Mr. Wellington Cummer, of Cadillac, Mich., was the first to install one of them in his mill; and no lumberman in this country has been more ready to adopt improved methods than he. Mill men generally do not wish to try machines they look upon as experimental in any respect, no matter how good they may appear; usually they want somebody else to try them first, overlooking the fact that an inventor must find some one broad enough to permit17 their mill to be used, or one who is willing perhaps to invest in a machine that apparently is a good thing. Mr. Cummer was just the man for Mr. Stearns to apply to in the effort to introduce his new Band Mill. And looking back the writer recalls with so much pleasure the many delightful and helpful interviews had with him. What a comfort it is to an inventor to find a man of his qualities of mind and heart to whom he can go, knowing that he would surely be interested in whatever he might have to say. Such men move things, and Mr. Cummer did.

Other mills of the Stearns Company were put in at Pequaming and Menominee, Mich., and also at Minneapolis, Minn. But these mills were not a complete success. They did serve, however, to open wide the eyes of the lumber world generally and set the pace for other machinery builders to follow.

The Stearns Company finally abandoned this construction and adopted a plan modeled on the Hoffman mill, which they advertised in the Northwestern Lumberman, January 29, 1887. Their first mill, however, was the better of the two.

The writer pauses here to pay a tribute to the memory of Mr. E. H. Stearns who possessed the brains from which sprung the splendid machinery built by the Stearns Company. To him more than to any other man living or dead, are the lumbermen of this country indebted for the mill equipments which brought the greatest success to them. He was the first man to give grace and beauty of design as well as strength to saw mill machinery. He was the first to produce carriages with accurately setting head blocks with self-receding knees, in place of the old time wooden head blocks with screw sets.

The eccentric setting blocks, and subsequently the double acting set works, which we all now copy, came on the market through him. The big circulars with reversed top saw models of construction, came from him. Live Rollers and labor saving machines originated with him, as also did the splendid Gang Edgers which we now have in place of the old single saw edger with its traveling table.18 He designed and built the first of the special heavy class machinery required in California now largely in use in that state.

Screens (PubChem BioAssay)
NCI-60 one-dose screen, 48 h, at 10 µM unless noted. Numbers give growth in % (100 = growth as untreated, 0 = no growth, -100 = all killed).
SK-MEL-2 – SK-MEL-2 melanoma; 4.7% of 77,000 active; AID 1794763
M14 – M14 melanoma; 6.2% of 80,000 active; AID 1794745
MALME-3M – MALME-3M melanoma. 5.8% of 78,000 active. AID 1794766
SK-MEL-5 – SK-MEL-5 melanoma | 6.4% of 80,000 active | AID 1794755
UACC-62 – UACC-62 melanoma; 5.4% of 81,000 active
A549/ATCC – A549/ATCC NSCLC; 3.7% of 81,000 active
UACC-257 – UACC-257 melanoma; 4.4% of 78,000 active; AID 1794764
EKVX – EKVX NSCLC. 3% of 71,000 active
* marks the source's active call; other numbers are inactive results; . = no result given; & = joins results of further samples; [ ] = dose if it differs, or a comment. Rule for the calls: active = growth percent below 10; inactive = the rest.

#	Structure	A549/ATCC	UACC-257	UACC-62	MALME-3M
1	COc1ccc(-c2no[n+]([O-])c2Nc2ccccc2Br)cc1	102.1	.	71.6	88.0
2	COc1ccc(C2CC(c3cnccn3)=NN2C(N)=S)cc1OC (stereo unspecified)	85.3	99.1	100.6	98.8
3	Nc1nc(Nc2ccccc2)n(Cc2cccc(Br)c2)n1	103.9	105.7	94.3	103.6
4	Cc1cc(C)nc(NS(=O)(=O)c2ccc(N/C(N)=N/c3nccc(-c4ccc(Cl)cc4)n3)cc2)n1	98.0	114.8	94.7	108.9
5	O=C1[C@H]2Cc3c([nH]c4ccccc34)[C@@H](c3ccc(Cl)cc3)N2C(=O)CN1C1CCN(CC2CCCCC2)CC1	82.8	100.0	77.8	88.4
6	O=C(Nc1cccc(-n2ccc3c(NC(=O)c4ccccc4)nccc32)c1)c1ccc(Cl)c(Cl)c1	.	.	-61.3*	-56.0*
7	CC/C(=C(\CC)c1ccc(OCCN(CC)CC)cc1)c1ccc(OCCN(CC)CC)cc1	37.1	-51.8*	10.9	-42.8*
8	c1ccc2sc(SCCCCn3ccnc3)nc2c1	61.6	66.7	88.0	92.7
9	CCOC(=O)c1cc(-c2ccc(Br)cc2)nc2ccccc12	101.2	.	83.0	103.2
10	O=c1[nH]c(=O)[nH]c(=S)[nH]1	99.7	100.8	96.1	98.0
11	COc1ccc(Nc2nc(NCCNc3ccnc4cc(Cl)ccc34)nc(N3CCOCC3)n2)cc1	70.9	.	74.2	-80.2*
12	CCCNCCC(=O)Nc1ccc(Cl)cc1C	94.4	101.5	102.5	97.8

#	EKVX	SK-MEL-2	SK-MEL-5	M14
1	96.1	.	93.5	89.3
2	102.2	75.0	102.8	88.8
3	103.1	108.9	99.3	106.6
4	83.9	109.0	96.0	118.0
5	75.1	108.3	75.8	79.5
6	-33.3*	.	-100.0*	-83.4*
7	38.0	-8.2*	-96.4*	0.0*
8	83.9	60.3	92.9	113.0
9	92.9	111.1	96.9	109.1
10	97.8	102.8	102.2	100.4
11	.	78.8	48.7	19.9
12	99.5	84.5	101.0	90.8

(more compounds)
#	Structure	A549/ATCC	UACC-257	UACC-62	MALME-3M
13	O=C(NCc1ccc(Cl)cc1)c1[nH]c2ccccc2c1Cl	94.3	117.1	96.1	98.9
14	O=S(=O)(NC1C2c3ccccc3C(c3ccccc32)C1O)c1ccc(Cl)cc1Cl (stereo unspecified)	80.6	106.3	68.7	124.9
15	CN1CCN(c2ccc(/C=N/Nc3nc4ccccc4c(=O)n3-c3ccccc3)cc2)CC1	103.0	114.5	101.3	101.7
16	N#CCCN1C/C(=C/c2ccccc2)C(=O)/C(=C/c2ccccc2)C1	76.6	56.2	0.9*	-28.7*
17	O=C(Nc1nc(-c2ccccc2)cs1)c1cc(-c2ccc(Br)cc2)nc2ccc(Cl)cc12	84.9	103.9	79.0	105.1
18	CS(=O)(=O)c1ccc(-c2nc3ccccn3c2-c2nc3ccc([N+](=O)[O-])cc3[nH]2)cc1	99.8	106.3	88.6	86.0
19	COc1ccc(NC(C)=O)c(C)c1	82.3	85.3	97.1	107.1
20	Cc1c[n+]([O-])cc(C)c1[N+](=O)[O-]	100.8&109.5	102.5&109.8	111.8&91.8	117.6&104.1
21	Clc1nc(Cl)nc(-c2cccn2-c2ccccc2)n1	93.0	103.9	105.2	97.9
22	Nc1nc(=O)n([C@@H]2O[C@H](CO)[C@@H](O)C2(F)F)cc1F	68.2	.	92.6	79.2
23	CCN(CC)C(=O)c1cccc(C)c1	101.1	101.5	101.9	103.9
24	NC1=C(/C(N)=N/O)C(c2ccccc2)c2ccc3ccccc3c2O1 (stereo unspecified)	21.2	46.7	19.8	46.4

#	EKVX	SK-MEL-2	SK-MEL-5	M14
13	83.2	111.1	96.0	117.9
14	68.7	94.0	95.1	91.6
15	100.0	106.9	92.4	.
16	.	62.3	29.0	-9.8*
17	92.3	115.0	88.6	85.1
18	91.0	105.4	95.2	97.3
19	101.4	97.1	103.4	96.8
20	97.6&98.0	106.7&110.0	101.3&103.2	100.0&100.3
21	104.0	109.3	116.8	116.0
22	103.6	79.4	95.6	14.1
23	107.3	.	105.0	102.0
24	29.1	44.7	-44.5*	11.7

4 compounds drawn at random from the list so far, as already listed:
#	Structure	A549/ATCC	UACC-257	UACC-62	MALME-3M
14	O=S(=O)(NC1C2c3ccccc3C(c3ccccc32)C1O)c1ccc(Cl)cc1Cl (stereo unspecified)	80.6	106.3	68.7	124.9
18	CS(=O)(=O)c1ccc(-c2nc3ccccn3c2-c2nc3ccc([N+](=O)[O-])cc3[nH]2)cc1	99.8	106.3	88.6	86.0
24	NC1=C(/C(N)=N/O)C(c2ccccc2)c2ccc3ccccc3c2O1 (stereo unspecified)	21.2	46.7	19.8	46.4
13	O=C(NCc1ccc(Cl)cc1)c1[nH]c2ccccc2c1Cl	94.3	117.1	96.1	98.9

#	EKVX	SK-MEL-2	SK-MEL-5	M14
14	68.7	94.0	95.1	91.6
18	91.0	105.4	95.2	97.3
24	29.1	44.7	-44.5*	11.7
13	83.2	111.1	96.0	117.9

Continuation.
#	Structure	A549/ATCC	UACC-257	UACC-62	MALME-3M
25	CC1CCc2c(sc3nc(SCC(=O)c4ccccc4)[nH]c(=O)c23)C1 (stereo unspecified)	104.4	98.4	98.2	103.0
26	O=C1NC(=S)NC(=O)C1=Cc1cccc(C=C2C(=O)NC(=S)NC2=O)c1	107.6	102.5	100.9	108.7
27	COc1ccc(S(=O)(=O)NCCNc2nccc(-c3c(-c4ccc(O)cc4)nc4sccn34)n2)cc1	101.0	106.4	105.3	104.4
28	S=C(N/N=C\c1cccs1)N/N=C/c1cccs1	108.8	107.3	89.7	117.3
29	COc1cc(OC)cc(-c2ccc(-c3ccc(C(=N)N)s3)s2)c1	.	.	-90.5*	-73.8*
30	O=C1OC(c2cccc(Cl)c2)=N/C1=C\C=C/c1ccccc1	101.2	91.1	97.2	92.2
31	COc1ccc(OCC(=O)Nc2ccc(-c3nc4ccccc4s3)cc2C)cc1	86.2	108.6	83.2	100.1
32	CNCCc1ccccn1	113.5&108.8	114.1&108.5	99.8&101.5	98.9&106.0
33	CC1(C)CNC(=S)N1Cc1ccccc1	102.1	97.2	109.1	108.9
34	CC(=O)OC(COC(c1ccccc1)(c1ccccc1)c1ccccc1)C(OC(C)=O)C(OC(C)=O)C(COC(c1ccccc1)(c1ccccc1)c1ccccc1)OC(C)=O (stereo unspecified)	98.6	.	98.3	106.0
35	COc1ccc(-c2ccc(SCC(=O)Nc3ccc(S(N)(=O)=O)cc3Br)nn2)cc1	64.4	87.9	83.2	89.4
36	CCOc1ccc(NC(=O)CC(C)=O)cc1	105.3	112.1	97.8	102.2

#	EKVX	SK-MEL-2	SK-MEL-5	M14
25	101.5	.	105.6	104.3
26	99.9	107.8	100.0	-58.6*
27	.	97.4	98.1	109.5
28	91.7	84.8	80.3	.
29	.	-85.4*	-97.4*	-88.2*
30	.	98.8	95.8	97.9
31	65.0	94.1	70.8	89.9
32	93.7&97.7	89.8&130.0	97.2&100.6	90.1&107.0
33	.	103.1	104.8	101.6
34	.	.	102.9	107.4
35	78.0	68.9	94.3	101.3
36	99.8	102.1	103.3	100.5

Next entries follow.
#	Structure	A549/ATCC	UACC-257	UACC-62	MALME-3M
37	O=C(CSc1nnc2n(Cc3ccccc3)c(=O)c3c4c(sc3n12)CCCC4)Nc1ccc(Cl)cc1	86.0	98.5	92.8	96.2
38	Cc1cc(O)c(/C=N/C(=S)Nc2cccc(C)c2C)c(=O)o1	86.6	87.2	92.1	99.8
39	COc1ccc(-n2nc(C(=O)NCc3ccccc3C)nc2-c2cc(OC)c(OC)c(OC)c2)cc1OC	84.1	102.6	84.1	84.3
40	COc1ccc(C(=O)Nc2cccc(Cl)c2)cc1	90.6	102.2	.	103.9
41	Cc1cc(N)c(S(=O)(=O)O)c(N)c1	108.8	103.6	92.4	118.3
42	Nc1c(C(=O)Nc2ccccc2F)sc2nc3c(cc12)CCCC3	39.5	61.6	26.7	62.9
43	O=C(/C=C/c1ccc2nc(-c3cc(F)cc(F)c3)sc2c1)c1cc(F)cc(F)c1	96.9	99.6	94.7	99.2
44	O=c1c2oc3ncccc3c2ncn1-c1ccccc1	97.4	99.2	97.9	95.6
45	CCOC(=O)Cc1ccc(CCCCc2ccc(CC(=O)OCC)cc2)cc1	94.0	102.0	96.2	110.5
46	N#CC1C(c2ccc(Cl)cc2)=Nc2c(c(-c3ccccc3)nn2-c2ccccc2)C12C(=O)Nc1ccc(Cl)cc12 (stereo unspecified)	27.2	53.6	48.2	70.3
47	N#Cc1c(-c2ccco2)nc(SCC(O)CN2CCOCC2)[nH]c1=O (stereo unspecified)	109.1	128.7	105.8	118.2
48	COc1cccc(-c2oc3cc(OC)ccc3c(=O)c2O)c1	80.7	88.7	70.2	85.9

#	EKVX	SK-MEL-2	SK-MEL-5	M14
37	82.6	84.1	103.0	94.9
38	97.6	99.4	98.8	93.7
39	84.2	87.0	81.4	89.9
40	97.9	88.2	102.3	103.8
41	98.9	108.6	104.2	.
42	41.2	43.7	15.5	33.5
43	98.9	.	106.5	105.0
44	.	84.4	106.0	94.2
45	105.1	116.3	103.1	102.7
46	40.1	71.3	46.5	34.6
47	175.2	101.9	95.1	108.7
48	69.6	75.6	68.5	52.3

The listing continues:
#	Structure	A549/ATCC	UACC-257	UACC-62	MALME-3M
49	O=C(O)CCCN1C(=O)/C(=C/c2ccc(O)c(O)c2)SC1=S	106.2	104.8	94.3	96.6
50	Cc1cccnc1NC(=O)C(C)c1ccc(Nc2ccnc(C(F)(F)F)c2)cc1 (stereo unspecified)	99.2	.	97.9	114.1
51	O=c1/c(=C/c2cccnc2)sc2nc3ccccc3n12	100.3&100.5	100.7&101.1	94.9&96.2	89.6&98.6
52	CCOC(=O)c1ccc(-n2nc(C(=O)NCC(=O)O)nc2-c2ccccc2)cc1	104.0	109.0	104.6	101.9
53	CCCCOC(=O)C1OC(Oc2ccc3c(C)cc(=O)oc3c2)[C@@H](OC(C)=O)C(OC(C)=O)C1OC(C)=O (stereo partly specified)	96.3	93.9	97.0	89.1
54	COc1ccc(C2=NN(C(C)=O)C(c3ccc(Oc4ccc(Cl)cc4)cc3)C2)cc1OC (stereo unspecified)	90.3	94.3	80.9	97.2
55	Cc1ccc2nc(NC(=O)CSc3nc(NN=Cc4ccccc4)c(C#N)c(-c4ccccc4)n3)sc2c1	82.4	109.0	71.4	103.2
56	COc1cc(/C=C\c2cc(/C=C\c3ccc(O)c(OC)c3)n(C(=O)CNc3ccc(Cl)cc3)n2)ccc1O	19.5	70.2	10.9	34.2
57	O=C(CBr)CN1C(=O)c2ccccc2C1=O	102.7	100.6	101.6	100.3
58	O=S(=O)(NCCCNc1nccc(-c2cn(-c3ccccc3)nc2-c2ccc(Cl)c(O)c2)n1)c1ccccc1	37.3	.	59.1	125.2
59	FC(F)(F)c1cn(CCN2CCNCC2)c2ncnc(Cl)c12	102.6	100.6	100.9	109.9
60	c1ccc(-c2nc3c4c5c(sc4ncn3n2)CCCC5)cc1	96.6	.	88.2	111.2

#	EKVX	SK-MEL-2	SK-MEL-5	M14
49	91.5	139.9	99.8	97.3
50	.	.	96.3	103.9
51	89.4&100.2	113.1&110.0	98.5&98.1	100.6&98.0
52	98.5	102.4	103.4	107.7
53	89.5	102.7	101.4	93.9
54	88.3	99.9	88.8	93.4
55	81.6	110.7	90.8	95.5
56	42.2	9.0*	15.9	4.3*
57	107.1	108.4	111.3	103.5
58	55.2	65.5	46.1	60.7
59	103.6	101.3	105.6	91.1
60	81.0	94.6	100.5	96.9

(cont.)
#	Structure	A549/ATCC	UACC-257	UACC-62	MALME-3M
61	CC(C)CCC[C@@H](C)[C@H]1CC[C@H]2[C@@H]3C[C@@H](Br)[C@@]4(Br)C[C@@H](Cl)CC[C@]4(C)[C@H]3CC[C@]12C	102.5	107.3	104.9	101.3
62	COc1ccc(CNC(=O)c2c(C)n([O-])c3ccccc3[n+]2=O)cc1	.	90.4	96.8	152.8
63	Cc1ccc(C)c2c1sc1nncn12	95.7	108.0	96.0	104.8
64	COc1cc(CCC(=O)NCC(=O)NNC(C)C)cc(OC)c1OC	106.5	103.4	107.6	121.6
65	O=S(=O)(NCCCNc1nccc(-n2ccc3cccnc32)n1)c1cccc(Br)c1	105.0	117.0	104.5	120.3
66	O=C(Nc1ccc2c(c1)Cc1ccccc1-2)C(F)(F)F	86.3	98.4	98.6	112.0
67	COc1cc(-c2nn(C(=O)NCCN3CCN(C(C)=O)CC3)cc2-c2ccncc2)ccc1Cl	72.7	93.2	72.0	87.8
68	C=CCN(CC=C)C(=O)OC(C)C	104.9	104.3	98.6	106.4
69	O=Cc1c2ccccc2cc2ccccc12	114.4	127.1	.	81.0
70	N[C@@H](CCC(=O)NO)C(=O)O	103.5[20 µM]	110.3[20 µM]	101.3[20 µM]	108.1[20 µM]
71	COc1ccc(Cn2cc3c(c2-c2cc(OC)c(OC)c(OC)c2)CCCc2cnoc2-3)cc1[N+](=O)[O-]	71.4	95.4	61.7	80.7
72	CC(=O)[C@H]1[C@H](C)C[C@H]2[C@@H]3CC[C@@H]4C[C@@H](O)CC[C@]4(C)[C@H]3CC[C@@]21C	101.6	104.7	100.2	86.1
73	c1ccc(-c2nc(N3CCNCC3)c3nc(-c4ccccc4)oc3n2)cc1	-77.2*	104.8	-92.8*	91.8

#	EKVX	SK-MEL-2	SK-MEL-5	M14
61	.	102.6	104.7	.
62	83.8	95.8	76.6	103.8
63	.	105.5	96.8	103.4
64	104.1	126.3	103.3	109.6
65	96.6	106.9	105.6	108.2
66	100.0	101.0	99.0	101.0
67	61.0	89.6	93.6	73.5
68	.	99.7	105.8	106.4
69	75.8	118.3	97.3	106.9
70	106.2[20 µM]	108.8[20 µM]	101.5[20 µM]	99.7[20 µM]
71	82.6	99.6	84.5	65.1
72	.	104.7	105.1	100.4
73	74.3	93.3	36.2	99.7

And yet, with all the splendid service he rendered the lumbermen of this country, he was allowed to go down to his death with not enough to pay his funeral expenses, and few to do him honor. The men with whom he dealt are now mostly dead, but the living successors should remember that to him they are largely indebted for the full measure of prosperity they now enjoy.

Mr. E. H. Stearns in 1885



Described as the latest candidate in the NORTHWESTERN LUMBERMAN
of January 9, 1886

In 1885 E. P. Allis & Co. of Milwaukee, Wis., actively began operations with Band Mills for sawing logs. In principle their constructions were similar to all the others heretofore named, but for nearly four years they persistently adhered to a mill having at least one glaring defect, namely, overhanging wheels; that is, there was no supporting boxes outside of them. In 1889 they corrected this defect.

20 But the amusing feature in the mill of E. P. Allis & Co. is shown in the effort to keep the slack slide of the saw on the back side of the mill where it belongs, and thus prevent making snakey or dishy lumber. The overhanging wheels, nine feet in diameter for eight-inch saws, are shown. The top wheel was almost entirely of wood, and the spokes were flat and wide, the object being to obtain an atmospheric resistance continually as a pull back on the cutting side of the saw. A tightener pulley was also applied to the saw on the rear side.

This sounded good and they sold a lot of mills on the strength of it; but the wind that came from them would blow the sawyer out of the mill unless the wheel was boxed in, and finally it happened that a saw came off and the wheel did not meet with resistance enough to stop itself, but kept on going, and that burst the bubble.

Attention is also directed to the fact that the combination of a circular saw with a band saw, as in the Stearns’ mill, was adopted by the Allis Company.


Second Band Saw Mill of E. P. Allis & Co.

Improved Reliance Band Saw Mill of E. P. Allis & Co. Advertised in the Southern Lumberman, January 1, 1889, as the “best on earth.” This mill they continued to build until 1892. It shows metallic wheels and supporting arms outside of them as in the Stearns mills.


Band Saw Mill of Benjamin & Fischer

Feby. 14, 1885, The Northwestern Lumberman caused a shiver to run through the mechanical world by publishing an account of “A New Entry,” and showing two illustrations of a Band Mill for sawing logs invented by Mr. Benjamin of the firm of Benjamin & Fischer of Chicago, Ill. It was extensively advertised, and really23 was an ingenious mill. It was intended to correct the defects existing in other mills which had made such crooked lumber, cracked saws, and performed all sorts of mischief, which they really had, and there was no doubt about it.

Apart from the fact that the lower wheel was much larger in diameter than the top wheel, the main distinguishing feature in the Benjamin mill was the application of a ball centrifugal governor to automatically adjust a tightener pulley impinging on the back side of the saw to instantly take up and prevent a slack from going over to the tight side and thereby making snakey, crooked lumber.